I Am That Girl Now

Wednesday, November 30, 2005

I think I'm putting this together.

As I sort of mentioned in my last post, we spent Thanksgiving in the company of small nieces and nephews, all under the age of eight, all very cute. I spent a lot of time with them, taught them to do a few craft-type things (which they reacted to as if I'd done magic: "You can make a SCARF out of THREAD?" "Well, yarn, but yes") and cobbled together a new mode of dealing with them, partly based on my knowledge of what they've been missing in life at the moment, partly based on my recent therapy, partly based on childhood memories.

In short: encouragement, praise, encouragement, explanation, encouragement, praise, comfort, encouragment, ad nauseum. Lots of repetition. Lots of praise for small things that they'd done well. Followed through on any promises I made, so that the actions always had expected results. Didn't yell; I did get quiet and calm and forceful at one point when one of the kids pitched a fit, and let her calm down on her own and then let her return to the playtime without any negative comment. Seemed to work.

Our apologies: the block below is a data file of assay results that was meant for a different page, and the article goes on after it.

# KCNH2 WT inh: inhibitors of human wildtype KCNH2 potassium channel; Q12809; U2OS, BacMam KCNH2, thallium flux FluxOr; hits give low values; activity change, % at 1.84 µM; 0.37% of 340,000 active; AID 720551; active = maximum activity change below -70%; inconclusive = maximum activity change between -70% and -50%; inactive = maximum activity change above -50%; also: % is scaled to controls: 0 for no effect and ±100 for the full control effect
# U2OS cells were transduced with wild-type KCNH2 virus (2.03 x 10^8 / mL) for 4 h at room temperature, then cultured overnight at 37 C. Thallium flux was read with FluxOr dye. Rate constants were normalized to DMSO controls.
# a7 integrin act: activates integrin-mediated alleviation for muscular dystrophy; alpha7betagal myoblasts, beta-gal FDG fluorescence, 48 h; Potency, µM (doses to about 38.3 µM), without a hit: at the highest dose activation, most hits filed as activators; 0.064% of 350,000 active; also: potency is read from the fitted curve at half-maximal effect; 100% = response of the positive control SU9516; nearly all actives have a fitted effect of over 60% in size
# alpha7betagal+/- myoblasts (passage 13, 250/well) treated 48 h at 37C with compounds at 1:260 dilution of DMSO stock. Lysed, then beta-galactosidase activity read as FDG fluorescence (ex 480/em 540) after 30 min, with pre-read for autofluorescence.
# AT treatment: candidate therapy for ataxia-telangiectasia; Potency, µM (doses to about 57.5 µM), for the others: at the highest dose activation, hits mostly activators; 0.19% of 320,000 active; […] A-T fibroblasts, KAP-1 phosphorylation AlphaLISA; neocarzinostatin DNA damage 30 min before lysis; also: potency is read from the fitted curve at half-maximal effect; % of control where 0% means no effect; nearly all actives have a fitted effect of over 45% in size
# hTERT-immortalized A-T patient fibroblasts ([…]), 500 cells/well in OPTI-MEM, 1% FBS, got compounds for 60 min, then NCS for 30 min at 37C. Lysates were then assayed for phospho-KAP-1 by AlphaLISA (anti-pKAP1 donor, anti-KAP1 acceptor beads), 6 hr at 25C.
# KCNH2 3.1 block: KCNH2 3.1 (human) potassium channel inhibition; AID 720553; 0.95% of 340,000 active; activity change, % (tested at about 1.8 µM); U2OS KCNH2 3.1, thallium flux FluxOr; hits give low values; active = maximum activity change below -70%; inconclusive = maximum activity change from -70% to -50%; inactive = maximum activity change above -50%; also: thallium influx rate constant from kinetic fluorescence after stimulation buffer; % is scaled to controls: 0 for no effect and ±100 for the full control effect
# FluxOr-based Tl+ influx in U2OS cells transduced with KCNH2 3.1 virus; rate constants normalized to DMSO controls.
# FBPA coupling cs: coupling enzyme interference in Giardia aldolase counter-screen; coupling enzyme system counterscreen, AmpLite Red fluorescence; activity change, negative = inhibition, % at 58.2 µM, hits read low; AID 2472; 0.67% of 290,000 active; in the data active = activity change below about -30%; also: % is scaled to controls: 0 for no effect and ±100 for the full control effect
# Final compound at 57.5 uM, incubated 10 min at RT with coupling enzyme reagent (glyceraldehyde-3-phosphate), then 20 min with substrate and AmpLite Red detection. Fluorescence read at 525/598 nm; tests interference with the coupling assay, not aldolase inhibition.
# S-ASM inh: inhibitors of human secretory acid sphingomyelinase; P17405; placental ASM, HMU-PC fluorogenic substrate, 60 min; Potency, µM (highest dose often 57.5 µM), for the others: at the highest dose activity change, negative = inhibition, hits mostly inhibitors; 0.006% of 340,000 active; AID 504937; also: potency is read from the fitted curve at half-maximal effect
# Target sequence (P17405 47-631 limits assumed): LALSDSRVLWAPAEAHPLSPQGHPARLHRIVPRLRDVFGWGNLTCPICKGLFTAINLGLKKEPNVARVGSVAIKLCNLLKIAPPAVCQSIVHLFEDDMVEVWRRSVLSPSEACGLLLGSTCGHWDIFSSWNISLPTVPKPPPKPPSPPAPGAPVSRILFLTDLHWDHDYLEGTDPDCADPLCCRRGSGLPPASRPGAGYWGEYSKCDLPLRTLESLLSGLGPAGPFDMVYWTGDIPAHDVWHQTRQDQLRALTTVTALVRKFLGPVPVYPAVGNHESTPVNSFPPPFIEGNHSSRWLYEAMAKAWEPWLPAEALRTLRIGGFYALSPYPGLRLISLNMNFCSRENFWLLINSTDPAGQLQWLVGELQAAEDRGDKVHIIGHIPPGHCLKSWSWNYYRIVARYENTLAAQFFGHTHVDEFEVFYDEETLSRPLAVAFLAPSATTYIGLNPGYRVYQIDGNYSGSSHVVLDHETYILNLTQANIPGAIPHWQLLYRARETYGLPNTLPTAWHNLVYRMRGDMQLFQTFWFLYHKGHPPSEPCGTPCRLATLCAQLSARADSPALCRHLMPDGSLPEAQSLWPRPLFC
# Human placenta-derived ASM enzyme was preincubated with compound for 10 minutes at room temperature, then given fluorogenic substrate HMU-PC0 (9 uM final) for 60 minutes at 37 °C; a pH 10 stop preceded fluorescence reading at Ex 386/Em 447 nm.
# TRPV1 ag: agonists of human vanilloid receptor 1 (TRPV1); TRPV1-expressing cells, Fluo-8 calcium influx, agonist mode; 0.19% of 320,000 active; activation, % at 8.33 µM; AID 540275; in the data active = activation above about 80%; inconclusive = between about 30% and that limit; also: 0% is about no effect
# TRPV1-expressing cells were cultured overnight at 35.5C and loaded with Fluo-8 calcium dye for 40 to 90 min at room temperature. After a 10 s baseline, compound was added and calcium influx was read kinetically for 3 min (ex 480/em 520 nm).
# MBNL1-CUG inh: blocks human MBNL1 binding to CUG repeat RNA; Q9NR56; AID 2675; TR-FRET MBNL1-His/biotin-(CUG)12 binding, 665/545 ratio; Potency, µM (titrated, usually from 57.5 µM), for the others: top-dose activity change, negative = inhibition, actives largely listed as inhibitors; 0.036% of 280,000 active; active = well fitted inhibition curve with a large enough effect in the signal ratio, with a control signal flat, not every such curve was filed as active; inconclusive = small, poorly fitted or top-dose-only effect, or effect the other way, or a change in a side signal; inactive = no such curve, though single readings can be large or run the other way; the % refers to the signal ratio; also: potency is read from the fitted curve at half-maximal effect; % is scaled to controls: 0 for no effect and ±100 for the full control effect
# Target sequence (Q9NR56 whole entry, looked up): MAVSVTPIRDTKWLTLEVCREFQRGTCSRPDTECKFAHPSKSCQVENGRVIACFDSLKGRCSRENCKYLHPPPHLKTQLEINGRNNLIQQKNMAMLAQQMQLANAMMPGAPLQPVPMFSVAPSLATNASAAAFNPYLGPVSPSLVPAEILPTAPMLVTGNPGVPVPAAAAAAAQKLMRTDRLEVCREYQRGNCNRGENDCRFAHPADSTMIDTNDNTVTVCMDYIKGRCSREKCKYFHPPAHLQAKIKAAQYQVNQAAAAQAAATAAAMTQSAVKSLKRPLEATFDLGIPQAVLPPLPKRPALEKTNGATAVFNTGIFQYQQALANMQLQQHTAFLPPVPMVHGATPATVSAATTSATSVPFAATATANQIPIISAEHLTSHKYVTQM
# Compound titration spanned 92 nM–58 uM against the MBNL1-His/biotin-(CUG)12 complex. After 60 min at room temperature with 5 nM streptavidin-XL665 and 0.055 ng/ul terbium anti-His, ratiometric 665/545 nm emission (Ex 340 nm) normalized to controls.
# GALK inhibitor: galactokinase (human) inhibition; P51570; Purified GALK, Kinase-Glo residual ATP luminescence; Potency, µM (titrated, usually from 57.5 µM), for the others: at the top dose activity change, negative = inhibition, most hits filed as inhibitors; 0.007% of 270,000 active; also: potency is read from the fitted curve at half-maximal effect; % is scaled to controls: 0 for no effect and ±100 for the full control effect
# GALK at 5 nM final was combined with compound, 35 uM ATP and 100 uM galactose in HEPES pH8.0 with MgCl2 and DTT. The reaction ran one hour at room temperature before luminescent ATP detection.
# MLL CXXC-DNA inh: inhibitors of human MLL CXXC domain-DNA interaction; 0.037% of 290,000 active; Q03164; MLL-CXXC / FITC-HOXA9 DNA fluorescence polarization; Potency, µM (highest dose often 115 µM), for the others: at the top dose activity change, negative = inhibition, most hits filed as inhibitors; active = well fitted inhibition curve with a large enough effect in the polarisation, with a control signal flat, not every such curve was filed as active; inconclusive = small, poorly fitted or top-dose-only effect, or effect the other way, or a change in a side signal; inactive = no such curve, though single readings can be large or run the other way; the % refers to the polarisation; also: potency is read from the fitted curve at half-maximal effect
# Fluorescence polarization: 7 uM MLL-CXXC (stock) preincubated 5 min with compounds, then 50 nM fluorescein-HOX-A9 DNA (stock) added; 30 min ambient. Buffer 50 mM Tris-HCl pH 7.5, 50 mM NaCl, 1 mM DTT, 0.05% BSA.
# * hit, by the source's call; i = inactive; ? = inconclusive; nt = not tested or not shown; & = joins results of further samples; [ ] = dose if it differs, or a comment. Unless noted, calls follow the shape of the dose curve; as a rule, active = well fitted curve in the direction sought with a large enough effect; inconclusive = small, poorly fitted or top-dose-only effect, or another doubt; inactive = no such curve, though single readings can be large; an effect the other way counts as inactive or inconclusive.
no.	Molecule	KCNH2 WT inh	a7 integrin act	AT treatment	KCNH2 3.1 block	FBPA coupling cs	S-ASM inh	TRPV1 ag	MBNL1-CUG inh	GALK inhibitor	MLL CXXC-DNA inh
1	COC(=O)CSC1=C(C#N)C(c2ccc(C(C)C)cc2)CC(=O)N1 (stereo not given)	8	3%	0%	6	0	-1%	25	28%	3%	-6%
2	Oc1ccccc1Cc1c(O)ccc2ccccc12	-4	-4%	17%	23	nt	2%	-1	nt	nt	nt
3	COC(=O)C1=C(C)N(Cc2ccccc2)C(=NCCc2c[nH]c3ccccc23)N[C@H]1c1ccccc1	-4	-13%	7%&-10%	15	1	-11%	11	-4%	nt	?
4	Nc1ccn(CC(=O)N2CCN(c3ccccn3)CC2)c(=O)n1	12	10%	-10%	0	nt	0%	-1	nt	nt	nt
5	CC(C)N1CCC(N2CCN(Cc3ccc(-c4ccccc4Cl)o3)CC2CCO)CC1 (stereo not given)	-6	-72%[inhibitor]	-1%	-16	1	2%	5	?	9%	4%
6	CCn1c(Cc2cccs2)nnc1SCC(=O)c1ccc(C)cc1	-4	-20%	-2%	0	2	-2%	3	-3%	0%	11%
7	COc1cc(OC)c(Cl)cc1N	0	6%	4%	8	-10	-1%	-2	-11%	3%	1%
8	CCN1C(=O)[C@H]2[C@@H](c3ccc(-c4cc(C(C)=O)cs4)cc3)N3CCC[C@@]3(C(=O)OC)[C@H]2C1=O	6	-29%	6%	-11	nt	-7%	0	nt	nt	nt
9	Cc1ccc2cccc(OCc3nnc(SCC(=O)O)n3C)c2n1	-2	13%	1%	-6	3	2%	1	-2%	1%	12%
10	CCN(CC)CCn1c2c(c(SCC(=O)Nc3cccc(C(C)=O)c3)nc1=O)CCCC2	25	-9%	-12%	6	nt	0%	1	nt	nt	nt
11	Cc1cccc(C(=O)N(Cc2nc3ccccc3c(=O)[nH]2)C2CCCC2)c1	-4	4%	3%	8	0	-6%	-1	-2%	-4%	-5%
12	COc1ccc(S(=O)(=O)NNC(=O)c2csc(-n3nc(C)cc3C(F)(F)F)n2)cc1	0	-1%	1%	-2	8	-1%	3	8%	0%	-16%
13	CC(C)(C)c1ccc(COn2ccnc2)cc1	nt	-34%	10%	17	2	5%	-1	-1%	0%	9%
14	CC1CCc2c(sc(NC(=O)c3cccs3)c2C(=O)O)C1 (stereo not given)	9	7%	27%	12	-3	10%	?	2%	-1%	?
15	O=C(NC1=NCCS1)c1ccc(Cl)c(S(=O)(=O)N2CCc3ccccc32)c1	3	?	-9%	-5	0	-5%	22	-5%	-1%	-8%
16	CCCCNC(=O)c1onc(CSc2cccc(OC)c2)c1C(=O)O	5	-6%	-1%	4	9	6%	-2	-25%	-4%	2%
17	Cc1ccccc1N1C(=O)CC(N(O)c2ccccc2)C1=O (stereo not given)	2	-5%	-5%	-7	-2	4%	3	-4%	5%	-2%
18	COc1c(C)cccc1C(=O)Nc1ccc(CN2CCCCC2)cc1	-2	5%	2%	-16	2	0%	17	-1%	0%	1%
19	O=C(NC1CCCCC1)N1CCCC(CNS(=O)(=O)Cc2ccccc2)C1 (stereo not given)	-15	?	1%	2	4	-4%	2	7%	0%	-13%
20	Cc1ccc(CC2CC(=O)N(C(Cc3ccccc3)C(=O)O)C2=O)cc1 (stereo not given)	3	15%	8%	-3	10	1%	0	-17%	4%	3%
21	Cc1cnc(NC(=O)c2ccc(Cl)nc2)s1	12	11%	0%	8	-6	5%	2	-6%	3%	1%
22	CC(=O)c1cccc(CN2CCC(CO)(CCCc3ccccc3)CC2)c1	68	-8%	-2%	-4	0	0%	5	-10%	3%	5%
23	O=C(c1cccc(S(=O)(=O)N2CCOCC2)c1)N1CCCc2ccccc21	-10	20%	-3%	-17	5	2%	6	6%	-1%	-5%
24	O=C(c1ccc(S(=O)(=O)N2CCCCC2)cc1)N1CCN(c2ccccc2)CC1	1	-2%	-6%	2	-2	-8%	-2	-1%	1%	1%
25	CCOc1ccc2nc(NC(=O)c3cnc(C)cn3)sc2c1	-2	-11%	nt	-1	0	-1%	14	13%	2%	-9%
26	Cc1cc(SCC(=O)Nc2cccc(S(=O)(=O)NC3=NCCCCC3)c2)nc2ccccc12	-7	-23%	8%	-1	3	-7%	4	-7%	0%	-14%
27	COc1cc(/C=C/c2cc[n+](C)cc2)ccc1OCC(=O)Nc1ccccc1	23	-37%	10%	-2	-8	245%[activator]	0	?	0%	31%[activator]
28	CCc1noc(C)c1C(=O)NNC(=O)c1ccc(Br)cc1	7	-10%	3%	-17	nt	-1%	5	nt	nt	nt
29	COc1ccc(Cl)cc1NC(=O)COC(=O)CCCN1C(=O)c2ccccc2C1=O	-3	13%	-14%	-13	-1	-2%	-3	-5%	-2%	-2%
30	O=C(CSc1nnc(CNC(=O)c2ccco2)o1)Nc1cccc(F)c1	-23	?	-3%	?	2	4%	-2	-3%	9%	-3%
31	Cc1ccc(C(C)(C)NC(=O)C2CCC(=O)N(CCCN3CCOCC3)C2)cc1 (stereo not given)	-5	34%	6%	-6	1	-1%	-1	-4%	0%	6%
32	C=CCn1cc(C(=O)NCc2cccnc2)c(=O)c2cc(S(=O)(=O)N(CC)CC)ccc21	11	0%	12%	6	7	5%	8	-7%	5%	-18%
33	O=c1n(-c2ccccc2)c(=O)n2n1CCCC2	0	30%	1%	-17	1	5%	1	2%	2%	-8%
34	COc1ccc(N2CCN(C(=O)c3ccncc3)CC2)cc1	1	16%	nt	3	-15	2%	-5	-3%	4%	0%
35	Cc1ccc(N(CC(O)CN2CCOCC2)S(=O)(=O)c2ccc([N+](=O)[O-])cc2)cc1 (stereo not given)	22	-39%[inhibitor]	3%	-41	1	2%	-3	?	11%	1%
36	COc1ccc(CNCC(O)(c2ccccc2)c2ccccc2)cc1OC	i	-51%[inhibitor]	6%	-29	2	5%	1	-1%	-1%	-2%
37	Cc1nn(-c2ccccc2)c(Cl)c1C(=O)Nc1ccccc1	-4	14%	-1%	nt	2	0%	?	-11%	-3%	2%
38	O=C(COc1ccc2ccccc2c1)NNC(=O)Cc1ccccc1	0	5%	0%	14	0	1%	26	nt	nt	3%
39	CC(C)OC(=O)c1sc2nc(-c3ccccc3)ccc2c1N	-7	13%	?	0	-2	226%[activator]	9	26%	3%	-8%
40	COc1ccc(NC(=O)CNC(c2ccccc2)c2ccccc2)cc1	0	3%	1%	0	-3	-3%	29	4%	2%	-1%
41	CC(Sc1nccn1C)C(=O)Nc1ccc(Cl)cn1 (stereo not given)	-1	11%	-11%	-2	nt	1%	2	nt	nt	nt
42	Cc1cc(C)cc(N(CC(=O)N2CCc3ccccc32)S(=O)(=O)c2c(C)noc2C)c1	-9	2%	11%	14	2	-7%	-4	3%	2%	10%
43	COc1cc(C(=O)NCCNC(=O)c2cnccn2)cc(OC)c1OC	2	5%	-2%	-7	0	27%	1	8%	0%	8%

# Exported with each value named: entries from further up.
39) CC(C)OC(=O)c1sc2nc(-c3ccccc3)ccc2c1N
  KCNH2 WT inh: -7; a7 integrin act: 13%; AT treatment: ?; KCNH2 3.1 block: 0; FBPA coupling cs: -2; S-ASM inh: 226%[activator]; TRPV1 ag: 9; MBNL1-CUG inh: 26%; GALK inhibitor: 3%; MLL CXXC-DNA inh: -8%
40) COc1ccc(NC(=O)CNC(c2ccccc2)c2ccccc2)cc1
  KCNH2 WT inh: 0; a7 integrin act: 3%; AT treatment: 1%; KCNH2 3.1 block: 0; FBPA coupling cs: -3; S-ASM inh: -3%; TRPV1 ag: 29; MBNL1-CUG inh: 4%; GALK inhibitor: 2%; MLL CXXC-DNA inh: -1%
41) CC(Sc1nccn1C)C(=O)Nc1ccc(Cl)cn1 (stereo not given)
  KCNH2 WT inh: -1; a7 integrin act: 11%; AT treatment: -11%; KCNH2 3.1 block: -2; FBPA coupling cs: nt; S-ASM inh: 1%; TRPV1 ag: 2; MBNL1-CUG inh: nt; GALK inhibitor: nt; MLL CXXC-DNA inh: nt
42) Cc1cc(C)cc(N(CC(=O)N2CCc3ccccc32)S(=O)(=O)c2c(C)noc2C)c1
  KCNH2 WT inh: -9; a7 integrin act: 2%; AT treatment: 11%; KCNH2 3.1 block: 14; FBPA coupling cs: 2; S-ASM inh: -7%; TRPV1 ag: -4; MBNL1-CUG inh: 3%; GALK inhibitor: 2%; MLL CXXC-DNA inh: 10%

[Now that I think of it, this is the first time that I've spent time with these kids without resorting to emulating one of my parents. Wow. This gives me a lot of hope for being able to break the cycle of frantic perfectionism and angry outbreaks that has plagued my family for at least three generations. I was a lot better at reading the kids this time, too, and a lot calmer, and it really made a difference. I may be meant for this parenting gig after all.]